Connected care represents a real and very present solution for some of the challenges the NHS faces, new research claims
Our future health is wreathed in gloomy predictions of spiralling chronic illness, a healthcare system facing increasing financial pressures and clinicians struggling to cope. By 2039, 29.5 per cent of the population will be over 60, 6 per cent more than today, and with more people living with multiple long term conditions, the need for a new solution is more vital than ever.
To avoid collapse, our health system needs to undergo a step change, making use of new technologies to increase success rates in prevention. The Future Health Index (FHI), an international report commissioned by Philips, drew data from 3,891 healthcare professionals (HCPs) and 29,410 adults from 19 markets to better understand perceptions towards connected care and its role in the future of healthcare.
The UK findings showed both HCPs and the general public alike are embracing connected care technologies. In the last 12 months, 48 per cent of HCPs have seen an increase in the use of connected care technologies by GPs, and 38 per cent saw an increase by other primary and secondary healthcare services.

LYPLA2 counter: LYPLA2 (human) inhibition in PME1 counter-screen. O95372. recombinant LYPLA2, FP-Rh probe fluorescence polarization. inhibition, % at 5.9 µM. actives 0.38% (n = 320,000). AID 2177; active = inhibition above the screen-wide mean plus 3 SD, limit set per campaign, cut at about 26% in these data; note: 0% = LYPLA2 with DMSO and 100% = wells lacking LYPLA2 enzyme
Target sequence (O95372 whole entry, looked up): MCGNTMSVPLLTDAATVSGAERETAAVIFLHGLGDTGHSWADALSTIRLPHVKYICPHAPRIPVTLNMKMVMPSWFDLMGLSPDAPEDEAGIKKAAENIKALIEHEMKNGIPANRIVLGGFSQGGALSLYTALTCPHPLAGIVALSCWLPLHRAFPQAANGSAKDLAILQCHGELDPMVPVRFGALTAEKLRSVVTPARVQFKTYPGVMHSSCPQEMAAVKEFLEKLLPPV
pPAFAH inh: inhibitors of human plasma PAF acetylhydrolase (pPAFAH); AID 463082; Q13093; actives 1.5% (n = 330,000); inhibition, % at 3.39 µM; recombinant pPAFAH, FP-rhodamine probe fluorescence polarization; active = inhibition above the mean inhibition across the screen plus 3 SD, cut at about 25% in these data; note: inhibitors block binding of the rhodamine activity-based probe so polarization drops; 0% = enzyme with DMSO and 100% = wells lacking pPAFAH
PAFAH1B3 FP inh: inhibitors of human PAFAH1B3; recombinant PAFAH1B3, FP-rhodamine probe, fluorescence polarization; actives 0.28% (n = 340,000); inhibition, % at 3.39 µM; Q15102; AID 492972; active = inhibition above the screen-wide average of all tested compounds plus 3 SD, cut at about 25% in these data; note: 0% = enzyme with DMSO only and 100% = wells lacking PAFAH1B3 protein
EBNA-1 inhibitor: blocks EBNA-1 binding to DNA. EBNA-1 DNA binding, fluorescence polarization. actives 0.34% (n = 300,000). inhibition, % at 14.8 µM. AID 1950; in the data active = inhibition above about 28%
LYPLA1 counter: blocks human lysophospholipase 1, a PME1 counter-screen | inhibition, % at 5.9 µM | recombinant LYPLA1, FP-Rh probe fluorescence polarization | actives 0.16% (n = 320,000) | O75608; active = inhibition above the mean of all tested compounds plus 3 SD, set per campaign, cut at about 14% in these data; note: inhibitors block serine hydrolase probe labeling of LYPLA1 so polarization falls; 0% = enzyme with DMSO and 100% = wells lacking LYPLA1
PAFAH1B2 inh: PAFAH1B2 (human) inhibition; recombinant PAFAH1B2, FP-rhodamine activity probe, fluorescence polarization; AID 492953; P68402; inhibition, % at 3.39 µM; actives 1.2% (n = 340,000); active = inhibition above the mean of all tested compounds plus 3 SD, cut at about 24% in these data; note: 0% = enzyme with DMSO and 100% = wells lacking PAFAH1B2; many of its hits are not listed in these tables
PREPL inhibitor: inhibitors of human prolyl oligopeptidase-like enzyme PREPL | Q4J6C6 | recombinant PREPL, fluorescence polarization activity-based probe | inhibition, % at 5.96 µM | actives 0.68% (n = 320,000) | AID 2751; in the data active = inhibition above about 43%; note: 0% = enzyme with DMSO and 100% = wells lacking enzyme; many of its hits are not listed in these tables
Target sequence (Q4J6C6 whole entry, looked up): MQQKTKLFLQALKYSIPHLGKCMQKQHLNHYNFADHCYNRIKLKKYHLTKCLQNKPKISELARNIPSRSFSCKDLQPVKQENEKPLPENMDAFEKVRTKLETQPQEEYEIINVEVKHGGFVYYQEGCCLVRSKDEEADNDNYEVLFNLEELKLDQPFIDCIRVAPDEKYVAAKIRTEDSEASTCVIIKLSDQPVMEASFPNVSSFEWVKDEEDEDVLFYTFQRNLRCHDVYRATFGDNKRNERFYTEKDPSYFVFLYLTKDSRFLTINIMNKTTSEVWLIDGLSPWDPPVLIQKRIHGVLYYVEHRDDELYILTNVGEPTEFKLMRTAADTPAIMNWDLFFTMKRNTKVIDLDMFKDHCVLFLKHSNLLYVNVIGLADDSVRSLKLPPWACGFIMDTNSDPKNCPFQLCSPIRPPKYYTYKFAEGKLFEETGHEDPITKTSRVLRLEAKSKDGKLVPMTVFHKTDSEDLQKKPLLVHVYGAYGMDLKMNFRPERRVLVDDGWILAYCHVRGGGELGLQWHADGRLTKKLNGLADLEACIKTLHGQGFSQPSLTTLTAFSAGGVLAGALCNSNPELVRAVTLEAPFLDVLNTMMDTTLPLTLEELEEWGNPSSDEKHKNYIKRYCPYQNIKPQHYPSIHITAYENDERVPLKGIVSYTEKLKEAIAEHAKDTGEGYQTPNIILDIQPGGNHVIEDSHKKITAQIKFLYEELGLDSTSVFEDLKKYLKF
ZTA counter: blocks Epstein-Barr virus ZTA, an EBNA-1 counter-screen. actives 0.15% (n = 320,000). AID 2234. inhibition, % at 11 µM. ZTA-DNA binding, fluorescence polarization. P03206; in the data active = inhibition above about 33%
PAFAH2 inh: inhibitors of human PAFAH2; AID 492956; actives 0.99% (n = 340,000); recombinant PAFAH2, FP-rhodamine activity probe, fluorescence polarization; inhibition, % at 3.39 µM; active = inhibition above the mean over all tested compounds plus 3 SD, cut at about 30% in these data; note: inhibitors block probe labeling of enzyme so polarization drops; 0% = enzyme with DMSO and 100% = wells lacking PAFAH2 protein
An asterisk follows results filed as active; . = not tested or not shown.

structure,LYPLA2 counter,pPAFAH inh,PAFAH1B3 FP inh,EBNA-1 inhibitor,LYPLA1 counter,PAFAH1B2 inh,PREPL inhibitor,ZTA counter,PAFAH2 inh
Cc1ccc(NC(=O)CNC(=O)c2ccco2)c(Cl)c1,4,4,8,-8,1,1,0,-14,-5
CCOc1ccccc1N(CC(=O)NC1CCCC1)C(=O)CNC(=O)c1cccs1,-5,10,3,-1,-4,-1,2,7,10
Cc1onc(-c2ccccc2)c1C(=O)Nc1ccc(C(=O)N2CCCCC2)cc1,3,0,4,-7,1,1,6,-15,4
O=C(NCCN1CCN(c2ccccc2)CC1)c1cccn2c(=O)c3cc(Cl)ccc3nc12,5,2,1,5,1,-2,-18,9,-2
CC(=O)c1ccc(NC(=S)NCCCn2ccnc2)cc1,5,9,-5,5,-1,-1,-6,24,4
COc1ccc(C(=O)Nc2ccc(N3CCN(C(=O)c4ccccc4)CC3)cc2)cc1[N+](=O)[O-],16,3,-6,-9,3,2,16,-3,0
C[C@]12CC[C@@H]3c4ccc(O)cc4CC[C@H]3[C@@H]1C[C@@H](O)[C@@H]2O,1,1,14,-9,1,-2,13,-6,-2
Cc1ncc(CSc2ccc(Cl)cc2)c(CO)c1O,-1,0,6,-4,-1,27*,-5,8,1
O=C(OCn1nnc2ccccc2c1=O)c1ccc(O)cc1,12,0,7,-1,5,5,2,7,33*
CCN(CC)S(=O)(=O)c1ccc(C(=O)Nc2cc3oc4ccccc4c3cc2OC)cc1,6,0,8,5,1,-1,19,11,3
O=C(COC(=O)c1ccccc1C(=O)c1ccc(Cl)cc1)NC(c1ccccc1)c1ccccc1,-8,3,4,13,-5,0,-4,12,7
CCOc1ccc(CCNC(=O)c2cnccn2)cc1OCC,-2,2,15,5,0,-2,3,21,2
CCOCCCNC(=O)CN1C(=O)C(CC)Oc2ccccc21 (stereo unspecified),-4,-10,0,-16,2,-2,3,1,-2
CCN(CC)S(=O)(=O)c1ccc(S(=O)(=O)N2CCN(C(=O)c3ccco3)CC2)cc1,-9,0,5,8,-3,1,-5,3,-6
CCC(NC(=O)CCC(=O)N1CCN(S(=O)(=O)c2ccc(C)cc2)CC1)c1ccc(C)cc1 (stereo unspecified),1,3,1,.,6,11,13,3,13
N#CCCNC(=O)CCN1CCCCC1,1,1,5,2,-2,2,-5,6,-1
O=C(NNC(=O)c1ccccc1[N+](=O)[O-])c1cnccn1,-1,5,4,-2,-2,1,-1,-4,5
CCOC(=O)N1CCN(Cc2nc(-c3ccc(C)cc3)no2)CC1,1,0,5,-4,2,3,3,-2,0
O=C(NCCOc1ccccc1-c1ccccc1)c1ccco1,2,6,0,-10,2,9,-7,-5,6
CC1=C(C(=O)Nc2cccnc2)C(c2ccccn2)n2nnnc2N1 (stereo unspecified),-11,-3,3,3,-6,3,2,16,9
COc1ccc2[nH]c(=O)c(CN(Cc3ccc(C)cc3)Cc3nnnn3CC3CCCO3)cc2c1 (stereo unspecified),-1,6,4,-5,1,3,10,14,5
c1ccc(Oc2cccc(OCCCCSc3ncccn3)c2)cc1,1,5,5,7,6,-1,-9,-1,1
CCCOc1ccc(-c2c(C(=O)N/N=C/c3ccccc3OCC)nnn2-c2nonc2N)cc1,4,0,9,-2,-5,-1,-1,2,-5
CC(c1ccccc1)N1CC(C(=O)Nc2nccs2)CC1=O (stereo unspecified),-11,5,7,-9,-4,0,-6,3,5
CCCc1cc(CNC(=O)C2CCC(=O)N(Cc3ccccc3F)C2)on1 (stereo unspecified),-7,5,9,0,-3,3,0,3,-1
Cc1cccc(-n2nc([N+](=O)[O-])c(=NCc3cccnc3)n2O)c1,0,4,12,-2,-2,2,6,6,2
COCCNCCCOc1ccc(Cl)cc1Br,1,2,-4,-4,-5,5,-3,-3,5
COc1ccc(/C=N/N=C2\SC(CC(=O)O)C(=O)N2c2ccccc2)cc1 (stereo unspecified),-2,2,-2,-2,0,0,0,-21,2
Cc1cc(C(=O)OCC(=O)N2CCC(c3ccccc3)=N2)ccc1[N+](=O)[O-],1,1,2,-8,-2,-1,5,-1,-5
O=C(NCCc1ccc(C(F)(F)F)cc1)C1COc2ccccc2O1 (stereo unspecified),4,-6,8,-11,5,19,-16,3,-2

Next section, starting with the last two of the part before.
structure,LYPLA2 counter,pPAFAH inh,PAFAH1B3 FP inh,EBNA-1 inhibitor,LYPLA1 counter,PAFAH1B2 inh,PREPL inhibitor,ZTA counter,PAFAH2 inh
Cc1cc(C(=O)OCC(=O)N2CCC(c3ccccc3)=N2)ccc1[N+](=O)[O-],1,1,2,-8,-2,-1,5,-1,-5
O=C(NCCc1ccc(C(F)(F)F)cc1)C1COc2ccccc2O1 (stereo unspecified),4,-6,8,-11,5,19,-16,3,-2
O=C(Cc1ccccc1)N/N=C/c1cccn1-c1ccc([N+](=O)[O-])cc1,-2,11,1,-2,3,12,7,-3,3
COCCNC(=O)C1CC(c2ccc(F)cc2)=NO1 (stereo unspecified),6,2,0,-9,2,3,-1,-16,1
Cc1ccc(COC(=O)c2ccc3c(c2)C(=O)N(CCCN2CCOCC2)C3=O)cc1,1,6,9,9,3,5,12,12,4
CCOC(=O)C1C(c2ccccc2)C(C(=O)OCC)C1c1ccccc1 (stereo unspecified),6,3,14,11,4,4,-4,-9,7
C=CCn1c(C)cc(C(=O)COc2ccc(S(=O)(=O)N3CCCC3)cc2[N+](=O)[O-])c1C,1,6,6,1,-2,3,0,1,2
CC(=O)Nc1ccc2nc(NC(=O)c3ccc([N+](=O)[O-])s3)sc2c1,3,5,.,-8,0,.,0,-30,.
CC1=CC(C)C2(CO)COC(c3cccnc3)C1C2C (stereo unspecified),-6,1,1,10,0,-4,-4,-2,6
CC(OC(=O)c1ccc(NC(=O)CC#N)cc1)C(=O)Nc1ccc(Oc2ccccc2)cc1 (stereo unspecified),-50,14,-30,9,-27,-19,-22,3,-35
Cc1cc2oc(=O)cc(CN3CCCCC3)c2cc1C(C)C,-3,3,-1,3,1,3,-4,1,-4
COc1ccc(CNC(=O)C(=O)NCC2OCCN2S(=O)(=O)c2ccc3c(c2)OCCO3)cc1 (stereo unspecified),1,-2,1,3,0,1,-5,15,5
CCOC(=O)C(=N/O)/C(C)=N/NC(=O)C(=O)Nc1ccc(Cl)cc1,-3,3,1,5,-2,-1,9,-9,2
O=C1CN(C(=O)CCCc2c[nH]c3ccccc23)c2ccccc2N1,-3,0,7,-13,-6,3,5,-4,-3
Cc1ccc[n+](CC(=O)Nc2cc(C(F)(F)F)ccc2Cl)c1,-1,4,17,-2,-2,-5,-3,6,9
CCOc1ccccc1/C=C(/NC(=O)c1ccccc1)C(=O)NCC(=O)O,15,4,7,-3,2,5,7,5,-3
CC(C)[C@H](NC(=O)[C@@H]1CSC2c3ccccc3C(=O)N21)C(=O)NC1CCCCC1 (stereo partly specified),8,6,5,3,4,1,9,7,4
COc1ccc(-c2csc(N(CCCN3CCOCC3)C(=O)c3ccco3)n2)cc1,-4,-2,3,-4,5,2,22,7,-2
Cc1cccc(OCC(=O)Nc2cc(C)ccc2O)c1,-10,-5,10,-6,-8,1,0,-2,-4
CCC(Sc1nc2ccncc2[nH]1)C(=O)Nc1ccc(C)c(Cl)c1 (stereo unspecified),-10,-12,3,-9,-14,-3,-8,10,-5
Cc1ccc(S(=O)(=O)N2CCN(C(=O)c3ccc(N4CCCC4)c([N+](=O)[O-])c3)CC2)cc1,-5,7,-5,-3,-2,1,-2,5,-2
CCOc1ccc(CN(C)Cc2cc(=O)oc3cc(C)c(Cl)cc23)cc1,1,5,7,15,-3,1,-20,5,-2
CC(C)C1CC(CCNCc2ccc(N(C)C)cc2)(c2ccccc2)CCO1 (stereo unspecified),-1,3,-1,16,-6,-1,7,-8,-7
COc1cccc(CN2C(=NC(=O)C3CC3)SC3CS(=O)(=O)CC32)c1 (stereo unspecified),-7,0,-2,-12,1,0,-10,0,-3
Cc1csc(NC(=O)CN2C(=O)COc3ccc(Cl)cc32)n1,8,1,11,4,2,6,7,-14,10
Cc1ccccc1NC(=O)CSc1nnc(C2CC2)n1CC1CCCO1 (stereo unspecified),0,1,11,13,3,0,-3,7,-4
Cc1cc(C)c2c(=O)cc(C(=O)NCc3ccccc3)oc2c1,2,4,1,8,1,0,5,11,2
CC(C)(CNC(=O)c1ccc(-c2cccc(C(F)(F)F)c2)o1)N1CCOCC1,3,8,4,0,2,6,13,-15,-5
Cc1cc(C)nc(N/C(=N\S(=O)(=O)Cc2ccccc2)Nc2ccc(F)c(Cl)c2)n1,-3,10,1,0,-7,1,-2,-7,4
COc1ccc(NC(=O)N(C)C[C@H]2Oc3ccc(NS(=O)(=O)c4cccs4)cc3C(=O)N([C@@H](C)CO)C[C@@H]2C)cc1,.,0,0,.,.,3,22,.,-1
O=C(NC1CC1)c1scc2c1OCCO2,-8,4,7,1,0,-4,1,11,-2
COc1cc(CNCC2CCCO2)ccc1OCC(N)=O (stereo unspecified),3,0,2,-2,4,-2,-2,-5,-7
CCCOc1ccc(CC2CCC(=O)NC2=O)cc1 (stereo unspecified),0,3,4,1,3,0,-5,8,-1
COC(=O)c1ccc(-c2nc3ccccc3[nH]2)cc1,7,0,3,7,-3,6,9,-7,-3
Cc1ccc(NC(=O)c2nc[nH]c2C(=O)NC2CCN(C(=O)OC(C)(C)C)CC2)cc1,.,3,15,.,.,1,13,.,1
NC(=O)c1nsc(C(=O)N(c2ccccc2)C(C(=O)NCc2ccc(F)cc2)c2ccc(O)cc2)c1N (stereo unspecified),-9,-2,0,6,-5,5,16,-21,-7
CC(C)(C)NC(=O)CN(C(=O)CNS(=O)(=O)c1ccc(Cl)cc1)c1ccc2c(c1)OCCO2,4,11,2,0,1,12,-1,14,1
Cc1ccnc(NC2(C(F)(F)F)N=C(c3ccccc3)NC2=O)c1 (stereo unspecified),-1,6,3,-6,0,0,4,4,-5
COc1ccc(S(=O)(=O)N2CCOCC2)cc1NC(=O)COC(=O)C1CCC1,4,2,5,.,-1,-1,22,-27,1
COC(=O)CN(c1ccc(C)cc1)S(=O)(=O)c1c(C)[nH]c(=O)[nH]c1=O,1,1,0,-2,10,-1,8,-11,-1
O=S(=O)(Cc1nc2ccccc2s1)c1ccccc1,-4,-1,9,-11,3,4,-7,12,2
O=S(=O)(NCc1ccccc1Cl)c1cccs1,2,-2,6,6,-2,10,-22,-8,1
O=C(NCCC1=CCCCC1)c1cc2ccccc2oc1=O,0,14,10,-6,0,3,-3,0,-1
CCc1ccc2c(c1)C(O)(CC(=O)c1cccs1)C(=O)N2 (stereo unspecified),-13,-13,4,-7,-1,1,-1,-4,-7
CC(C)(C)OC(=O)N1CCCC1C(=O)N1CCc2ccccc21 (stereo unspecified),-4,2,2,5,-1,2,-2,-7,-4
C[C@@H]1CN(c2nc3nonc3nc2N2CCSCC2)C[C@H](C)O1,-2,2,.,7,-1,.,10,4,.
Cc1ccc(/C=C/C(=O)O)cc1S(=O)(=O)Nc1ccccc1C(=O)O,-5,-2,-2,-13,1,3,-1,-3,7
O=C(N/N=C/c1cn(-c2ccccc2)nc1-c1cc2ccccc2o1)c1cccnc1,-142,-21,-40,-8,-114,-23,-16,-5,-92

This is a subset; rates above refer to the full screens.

The health system is more integrated than given credit, and both HCPs and the general public are adopting the technological opportunities to better manage health and reduce hospital dependence
The general public is also embracing connected care, with 31 per cent having used such technology to monitor a health indicator (eg heart rate), of which 57 per cent shared this data with their HCP. As the NHS plans to future proof itself, it must acknowledge this is the direction the population is headed.
”Connected care represents a real and very present solution for some of the challenges the healthcare system faces. Leveraging technological innovations not only has the ability to empower people to manage their health and stay out of the hospital, but to deliver seamless, effective treatment plans and ease the burden on medical staff by balancing the partnership between HCPs and patients,” says Neil Mesher, CEO at Philips UK and Ireland.
The FHI provides an optimistic view of the future health in the UK. The health system is more integrated than given credit, and both HCPs and the general public are adopting the technological opportunities to better manage health and reduce hospital dependence. Looking into the future, connected care could be the key to a sustainable future for the NHS.